The main contractor Batae Engineering employed the preferred top-down approach, from the roof down to the floor, for Stamford House's restoration.
In 1991, there is a debate over whether to demolish EU Court or Stamford House for a road widening project. EU Court is an endangered art deco styled building across Hill Street from Stamford House which was built in the late 1920s as an apartment block. However during the period of time, there is a fundamental issue of traffic congestion in that area which leads to the consideration of road widening. This sparks controversy as experts think that policy-makers should focus on stopping the car growth problem instead of simply expanding the road. However in the end, EU Court was still being demolished in 1992 to make way for the widening of Victoria and Hill Streets, being replaced by Stamford Court, a building that seems rather out of sync with the architecture of the area.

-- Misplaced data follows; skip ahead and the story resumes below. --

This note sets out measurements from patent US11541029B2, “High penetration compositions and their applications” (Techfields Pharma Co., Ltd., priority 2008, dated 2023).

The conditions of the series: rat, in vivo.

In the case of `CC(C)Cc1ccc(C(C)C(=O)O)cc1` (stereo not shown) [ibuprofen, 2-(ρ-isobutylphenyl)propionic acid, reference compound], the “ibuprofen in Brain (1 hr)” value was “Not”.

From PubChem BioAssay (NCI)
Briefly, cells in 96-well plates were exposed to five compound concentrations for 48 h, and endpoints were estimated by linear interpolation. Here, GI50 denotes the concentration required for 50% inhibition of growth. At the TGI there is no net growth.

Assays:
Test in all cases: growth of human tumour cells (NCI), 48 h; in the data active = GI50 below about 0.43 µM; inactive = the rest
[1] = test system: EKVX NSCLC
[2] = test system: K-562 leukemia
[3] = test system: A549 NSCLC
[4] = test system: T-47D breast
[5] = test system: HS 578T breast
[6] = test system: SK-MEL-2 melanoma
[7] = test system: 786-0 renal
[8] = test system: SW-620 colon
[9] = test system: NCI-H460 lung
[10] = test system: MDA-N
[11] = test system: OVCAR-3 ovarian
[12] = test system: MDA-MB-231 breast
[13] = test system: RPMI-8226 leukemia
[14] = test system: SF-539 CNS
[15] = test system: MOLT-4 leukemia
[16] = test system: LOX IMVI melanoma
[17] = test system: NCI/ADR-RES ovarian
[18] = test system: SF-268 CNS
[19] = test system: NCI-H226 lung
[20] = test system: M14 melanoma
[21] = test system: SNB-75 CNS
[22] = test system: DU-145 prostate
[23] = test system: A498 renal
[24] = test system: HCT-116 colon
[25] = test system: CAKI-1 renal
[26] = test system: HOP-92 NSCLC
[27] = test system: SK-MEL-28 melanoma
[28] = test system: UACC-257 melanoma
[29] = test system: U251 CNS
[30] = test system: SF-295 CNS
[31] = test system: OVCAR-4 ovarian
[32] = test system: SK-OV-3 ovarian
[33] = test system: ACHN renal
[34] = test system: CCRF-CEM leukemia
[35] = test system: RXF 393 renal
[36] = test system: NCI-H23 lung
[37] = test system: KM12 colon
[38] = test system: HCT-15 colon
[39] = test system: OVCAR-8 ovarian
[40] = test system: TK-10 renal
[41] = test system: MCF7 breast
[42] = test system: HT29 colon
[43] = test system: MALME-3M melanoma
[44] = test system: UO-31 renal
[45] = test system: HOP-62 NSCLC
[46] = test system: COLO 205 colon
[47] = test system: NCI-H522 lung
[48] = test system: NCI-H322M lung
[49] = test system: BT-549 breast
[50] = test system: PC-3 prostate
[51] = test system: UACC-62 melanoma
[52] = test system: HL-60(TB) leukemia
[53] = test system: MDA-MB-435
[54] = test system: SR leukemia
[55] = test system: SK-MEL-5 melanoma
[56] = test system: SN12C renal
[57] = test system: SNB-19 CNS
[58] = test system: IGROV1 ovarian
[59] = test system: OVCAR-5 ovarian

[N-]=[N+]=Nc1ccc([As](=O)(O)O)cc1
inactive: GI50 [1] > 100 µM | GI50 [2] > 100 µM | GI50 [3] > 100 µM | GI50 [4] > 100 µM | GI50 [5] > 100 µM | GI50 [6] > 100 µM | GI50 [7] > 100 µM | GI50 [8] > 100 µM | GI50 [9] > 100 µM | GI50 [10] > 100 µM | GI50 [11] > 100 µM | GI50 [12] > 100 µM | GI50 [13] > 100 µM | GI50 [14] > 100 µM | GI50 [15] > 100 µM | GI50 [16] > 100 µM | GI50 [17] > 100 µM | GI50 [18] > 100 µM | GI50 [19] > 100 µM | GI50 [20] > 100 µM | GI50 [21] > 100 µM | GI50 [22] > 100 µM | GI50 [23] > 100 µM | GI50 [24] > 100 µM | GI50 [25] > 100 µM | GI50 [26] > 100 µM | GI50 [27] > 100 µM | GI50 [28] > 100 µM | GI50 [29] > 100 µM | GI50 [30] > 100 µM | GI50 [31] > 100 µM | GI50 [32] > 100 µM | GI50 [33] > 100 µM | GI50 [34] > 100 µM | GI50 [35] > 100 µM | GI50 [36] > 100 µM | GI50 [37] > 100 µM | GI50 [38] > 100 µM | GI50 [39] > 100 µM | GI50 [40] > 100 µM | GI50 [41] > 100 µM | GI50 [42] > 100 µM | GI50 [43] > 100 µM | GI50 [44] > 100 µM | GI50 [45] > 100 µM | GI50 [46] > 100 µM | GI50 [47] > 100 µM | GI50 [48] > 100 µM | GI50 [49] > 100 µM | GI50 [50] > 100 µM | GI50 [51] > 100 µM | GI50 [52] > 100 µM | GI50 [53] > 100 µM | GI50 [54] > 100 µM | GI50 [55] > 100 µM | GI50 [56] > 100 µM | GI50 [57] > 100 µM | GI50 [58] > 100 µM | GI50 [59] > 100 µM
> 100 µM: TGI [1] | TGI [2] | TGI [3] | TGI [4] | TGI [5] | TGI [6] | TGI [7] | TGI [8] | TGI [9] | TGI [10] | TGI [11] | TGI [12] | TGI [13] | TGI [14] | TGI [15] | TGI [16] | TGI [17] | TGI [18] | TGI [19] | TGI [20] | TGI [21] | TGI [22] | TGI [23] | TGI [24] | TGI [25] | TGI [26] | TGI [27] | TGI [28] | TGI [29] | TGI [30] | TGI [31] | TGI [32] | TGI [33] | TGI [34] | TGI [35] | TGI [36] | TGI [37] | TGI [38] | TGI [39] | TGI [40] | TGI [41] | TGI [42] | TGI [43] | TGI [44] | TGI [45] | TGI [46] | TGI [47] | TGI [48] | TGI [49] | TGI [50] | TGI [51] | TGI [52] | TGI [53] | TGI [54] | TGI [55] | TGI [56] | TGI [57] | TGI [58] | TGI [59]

Therefore, decision was made to forgo preserving EU Court and conserve Stamford House instead. This is mainly because Stamford House was claimed to have “greater potential to become an active and successful commercial centre”.